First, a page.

Add to My MSN

Summertime is Homemade Ice Cream Time

8/5/2014 10:54:00 AM

Tags: Homemade Ice Cream, Summertime, Treat, Mary Conley

Mary ConleyDear friends,

We decided to bring our ice cream freezer with us to the farm and invite people over. It seems we have always been too busy or too tired to socialize much, but this past winter, we did some painting and decorating, which was an added incentive. Planning a get-together may be easy for city dwellers, but country folks always have something urgent at the time, such as wheat harvest for our neighbors and sweet-corn time for us. I was determined, though, so I did my inviting at the last minute hoping it would work out. People came at different times and stayed around and chatted. We called it a success and did it again with another family the following week when two of our grandchildren were visiting.

a well-used ice cream maker 

Our ice cream freezer is getting old and we've been saying that it is probably going to quit on us one of these days. Of course, we only use it when company is coming so that will be a last minute disappointment if it happens.

recipes for the best homemade ice cream

My recipe cards for ice cream and hot fudge sauce are also ancient, dirty, and barely legible. I noticed the date on one is 6/82, so our family has been eating this ice cream and fudge sauce for 32 years! They also have the name of the sweet friend who gave them to me.

These recipes may not be the best for everyone, but our family loves them. Our son, Jason, can't seem to eat enough. I don't know where he puts it! A bonus is that it is not made of heavy cream, but still delicious. I'm going to share the recipes so you can give them a try if you wish.

Homemade Ice Cream

9 eggs
3 cups sugar
1 large and 1 small can Carnation milk
3 quarts whole milk
2 boxes of Junket powder ice cream freezer mix
1 teaspoon vanilla

I made this recipe raw for years, but now I cook it to be safe, requiring it to be made ahead of time so it can thoroughly cool before putting it into the freezer. You can easily convert your recipe, too. I cook the eggs, sugar, and a large portion of the milk (what will fit in my large mixer bowl) in the microwave until it reaches 160 to 165 F. Be sure to stir often. If you don't have a probe or thermometer, do the metal spoon test: Put a couple metal spoons in the freezer. The custard is the proper consistency when it lightly coats a metal spoon, and your finger leaves a path when drawn across the back of the coated spoon. When it is the proper temperature, thoroughly mix with the rest of the ingredients in a large container and cool. My job is then finished, and Larry freezes the ice cream shortly before our company arrives.

NOTE: You can usually find the Junket Mix on the top shelf just above the gelatin. Walmart does not carry it.

Hot Fudge Sauce

(Even if you have your own favorite ice cream recipe, you'll want to give this hot fudge sauce a try.)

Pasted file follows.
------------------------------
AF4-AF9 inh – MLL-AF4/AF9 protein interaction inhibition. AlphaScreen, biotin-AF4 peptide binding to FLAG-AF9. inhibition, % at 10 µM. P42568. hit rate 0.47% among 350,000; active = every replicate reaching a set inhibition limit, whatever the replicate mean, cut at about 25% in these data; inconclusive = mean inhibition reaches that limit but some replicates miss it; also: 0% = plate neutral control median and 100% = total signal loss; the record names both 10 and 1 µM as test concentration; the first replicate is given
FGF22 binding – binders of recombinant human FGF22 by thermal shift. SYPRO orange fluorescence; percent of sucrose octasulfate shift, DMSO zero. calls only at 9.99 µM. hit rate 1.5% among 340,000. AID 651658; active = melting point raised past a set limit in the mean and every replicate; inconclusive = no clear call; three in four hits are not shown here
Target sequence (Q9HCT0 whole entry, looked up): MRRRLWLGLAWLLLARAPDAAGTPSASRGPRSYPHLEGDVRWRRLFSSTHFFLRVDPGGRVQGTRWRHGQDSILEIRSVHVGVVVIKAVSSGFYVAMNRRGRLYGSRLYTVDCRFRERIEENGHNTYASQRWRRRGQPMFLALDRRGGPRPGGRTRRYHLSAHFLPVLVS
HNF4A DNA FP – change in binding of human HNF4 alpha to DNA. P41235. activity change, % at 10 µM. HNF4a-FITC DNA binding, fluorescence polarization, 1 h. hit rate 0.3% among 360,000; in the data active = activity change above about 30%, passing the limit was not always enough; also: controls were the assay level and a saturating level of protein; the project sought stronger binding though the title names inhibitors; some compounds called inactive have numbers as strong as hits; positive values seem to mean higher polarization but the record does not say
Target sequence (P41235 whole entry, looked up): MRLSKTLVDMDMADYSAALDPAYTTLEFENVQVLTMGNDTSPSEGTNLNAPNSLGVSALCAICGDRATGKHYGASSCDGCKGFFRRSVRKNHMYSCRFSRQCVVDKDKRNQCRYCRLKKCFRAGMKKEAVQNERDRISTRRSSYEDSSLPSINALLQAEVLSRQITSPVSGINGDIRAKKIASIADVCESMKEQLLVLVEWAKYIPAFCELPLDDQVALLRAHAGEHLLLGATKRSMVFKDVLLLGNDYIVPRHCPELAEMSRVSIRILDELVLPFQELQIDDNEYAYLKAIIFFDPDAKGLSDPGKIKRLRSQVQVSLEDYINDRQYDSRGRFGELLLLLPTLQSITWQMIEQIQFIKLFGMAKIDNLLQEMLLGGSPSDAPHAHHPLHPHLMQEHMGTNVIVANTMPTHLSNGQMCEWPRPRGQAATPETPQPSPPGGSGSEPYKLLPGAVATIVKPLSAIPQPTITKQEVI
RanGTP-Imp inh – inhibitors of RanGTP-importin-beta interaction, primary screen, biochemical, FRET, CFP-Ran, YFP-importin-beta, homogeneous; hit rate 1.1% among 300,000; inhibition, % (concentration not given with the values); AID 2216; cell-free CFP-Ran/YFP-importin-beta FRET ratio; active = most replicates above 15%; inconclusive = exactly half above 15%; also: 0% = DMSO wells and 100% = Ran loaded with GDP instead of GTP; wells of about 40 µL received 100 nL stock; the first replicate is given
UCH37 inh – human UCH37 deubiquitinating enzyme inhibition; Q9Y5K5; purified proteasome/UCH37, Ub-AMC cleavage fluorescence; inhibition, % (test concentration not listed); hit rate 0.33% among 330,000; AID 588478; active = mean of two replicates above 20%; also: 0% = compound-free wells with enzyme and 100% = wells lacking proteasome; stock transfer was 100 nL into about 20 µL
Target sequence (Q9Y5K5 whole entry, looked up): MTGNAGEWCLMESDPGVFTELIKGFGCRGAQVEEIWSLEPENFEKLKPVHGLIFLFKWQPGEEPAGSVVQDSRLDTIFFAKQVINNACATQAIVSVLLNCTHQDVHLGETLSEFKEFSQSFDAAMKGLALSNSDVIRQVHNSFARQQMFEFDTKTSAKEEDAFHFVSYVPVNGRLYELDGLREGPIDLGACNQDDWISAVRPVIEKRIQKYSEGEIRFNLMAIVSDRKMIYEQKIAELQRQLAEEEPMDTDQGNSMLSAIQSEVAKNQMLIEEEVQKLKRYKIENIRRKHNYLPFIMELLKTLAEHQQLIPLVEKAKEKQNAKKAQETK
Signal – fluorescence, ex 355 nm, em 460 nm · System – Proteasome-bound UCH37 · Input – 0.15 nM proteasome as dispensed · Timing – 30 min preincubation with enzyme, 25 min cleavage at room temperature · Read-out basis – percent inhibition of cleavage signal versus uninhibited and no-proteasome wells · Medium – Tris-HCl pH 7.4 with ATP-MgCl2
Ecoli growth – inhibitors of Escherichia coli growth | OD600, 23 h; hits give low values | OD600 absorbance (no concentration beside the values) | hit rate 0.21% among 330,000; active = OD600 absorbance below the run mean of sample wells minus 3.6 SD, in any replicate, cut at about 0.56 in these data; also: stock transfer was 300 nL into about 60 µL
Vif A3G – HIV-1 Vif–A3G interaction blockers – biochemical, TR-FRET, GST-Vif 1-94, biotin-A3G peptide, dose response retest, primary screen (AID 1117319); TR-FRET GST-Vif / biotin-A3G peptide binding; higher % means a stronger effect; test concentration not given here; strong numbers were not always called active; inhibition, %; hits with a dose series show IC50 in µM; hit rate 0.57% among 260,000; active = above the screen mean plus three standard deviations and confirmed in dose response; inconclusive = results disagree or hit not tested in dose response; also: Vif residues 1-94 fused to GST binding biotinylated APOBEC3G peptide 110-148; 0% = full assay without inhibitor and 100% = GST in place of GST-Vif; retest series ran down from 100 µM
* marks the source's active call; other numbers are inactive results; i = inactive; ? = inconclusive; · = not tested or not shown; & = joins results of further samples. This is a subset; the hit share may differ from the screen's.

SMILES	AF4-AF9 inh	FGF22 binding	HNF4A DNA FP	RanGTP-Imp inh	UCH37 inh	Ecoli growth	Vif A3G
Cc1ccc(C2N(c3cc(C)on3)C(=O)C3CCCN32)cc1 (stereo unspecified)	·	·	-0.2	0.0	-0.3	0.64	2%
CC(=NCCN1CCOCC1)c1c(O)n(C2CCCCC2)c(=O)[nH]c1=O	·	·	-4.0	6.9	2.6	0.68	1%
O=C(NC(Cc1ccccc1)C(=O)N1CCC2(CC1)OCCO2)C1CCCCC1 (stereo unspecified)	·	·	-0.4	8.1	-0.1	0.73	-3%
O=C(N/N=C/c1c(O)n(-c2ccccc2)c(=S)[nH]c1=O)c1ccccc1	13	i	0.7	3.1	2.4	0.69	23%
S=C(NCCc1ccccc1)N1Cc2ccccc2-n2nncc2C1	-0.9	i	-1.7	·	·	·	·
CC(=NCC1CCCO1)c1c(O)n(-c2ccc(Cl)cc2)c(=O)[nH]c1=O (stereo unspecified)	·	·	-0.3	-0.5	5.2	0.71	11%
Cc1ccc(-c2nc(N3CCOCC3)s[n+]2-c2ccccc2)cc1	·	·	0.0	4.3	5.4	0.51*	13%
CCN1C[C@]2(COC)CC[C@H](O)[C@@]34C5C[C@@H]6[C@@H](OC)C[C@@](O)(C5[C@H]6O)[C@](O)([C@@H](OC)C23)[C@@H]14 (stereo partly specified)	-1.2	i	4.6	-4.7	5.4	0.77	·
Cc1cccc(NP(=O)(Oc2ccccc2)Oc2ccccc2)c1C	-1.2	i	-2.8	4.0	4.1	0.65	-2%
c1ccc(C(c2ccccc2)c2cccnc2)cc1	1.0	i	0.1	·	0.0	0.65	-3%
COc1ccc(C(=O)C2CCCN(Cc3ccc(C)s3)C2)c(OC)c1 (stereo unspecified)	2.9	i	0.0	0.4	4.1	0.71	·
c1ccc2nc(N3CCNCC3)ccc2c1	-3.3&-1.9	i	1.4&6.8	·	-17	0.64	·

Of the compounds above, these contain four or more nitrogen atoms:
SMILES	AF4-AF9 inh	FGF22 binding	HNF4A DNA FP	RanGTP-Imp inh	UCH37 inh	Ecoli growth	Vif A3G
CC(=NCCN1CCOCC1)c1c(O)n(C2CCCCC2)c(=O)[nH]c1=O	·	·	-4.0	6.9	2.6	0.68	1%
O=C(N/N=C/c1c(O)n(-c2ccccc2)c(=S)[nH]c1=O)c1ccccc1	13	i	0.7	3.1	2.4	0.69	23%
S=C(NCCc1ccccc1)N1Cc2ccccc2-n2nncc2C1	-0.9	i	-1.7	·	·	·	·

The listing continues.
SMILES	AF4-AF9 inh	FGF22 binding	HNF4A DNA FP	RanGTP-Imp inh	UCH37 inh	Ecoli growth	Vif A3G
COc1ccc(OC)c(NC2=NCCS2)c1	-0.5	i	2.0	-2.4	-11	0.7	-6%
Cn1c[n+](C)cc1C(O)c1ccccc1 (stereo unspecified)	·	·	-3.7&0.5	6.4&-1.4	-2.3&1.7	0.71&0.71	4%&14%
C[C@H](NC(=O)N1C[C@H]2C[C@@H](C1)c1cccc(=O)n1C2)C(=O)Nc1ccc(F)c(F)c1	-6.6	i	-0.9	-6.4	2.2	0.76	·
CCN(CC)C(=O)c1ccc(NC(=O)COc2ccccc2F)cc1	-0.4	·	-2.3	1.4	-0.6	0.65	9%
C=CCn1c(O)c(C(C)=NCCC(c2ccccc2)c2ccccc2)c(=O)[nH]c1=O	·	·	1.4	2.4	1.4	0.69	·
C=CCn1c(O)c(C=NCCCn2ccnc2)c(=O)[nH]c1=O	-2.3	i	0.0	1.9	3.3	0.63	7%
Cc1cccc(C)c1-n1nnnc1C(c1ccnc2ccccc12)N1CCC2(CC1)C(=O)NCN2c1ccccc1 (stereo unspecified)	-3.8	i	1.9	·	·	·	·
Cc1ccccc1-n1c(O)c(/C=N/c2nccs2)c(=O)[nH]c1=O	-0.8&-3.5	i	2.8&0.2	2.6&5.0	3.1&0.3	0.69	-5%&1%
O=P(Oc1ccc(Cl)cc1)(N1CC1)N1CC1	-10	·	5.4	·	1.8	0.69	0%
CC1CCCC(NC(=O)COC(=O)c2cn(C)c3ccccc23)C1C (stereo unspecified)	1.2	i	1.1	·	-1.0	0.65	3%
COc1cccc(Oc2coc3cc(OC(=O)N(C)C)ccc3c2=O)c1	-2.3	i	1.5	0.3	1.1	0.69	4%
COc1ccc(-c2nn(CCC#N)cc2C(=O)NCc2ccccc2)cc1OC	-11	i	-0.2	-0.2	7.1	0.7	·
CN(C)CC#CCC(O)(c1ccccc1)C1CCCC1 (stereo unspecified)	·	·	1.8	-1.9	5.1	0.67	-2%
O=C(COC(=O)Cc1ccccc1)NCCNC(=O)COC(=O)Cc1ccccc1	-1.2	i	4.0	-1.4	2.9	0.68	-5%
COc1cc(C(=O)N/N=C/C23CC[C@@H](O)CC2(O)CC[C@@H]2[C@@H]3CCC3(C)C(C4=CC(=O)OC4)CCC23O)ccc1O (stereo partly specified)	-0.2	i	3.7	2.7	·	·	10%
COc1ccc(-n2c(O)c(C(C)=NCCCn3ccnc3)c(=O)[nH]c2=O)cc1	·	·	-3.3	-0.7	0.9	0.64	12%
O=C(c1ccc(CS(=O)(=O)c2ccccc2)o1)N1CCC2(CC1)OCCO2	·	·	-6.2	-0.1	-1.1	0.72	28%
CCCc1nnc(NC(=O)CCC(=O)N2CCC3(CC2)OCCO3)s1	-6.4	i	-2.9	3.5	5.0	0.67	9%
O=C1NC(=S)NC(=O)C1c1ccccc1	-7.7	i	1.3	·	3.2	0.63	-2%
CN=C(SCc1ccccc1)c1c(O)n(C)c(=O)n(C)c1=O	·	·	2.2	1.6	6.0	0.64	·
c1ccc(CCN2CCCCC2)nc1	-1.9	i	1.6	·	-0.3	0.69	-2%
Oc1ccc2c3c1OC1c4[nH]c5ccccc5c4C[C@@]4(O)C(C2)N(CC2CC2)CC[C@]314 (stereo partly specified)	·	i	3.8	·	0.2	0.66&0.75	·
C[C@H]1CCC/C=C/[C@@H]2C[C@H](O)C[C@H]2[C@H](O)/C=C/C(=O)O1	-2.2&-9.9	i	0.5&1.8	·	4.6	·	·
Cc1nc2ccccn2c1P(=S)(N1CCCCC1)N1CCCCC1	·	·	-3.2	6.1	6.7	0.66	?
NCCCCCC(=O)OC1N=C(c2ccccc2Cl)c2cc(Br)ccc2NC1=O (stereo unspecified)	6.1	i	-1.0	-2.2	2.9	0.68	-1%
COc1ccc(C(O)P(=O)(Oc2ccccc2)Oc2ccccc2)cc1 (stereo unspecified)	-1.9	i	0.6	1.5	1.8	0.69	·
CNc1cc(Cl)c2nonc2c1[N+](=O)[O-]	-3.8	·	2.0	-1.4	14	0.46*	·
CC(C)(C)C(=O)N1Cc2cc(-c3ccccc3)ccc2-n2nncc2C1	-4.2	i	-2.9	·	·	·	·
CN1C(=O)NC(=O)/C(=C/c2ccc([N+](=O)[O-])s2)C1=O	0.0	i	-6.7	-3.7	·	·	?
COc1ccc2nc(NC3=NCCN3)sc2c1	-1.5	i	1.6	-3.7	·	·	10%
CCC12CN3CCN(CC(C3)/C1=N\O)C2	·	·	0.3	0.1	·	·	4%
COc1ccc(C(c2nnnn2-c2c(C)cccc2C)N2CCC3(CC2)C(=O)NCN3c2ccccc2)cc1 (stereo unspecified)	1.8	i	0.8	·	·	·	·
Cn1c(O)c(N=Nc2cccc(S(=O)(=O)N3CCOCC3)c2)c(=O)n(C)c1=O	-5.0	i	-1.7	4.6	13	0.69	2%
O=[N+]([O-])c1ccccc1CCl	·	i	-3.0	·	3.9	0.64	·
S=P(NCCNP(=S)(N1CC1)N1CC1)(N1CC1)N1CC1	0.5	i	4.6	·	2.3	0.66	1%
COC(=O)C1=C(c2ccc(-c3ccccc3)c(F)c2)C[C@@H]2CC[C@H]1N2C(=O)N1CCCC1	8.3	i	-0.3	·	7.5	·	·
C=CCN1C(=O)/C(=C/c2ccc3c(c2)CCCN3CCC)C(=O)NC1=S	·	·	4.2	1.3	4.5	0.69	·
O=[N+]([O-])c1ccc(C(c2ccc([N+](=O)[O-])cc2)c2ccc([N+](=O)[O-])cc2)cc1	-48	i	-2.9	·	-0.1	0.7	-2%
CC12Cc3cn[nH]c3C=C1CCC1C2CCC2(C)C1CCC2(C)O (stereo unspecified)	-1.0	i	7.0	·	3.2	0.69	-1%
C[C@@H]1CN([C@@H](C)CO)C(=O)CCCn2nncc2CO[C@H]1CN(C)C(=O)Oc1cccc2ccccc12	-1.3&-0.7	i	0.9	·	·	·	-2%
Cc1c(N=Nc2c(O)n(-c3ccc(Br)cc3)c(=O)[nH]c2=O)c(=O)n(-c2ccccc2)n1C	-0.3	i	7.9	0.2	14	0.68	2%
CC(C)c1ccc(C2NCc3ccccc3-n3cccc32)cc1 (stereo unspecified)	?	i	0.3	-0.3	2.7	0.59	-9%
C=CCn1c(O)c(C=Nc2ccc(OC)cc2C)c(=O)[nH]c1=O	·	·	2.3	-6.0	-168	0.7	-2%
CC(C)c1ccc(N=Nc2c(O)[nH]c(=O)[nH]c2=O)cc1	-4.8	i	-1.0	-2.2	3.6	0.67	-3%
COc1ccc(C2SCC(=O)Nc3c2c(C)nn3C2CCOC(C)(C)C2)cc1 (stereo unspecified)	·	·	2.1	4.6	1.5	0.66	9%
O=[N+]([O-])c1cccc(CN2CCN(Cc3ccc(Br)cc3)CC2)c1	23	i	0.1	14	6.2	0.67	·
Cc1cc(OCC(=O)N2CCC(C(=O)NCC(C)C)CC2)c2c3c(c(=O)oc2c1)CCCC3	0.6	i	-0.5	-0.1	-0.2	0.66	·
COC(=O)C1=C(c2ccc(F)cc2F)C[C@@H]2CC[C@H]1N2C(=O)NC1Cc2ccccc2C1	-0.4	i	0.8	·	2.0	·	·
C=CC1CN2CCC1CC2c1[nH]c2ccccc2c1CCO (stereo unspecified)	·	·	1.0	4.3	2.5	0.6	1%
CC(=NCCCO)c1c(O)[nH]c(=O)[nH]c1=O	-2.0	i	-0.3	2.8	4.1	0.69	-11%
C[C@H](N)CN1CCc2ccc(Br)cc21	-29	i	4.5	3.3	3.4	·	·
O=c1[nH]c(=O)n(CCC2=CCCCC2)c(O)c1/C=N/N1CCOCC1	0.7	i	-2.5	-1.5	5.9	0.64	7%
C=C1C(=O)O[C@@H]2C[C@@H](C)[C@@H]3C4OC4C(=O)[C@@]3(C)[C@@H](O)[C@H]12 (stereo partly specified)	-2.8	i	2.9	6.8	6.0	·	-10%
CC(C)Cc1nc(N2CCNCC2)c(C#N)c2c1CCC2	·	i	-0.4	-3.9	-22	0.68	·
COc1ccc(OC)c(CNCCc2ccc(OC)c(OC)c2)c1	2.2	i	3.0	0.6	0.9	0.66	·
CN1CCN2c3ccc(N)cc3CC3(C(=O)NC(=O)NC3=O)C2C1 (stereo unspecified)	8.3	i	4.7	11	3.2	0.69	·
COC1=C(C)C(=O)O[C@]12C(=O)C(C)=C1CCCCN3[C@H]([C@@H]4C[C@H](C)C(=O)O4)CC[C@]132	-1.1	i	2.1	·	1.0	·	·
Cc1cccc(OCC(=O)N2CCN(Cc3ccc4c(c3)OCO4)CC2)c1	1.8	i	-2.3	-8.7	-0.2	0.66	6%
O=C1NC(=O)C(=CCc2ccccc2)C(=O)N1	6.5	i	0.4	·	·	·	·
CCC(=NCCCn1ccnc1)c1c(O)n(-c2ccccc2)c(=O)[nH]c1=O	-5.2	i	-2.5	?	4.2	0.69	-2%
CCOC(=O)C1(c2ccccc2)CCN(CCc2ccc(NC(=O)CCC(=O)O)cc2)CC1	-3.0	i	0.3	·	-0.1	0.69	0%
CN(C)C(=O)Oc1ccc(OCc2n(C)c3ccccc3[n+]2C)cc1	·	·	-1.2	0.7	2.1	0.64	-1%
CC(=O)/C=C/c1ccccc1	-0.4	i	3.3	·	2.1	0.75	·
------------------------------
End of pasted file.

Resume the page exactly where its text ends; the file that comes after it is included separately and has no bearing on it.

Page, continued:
3 tablespoons butter
3 tablespoons cocoa
1 tablespoons flour
1 cup sugar
2/3 cup evaporated milk
1 teaspoon vanilla

Mix together the butter, cocoa, flour, and sugar, adding a little milk at a time. Cook and stir over medium heat until bubbly and starts to thicken. (It will thicken more as it cools.) Add vanilla.

I hope you enjoy our family recipes. Invite some people over and have some fun!



Related Content

Making Scrubbies

Making scrubbies is a fast and easy way to recycle and save money.

Taste of Summer Coconut Cream Pie

A cool creamy coconut pie is just right for Summer time.

Summer Dreams

Kellsey loves everything about summer, with the exception of triple digit temperatures. But even the...

Work Is A Good Thing!

Thanks for listening, friends, and let's meet here soon. In the meantime, enjoy being able to do wha...

Content Tools




Post a comment below.

 

BJA
8/7/2014 10:17:56 AM
What a fun post for me, Mary! I definitely recognize those recipes. Mine look "loved" just like yours. Thanks for stirring up good memories and inspiring new ones!



Subscribe today
First Name: *
Last Name: *
Address: *
City: *
State/Province: *
Zip/Postal Code:*
Country:
Email:*
(* indicates a required item)
Canadian subs: 1 year, (includes postage & GST). Foreign subs: 1 year, . U.S. funds.
Canadian Subscribers - Click Here
Non US and Canadian Subscribers - Click Here
 

Want to rediscover what made grandma’s house the fun place we all remember? Capper’s Farmer — the newly restored publication from the rural know-how experts at Grit.com — updates the tried-and-true methods your grandparents used for cooking, crafting, gardening and so much more. Subscribe today and discover the joys of homemade living and homesteading insight — with a dash of modern living — that makes up the new Capper’s Farmer.

Save Even More Money with our automatic renewal savings plan!

Pay now with a credit card and take advantage of our automatic renewal savings plan. You save an additional $5 and get 4 issues of Capper's Farmer for only $19.95 (USA only).

Or, Bill Me Later and I'll pay just $19.95 for a one year subscription!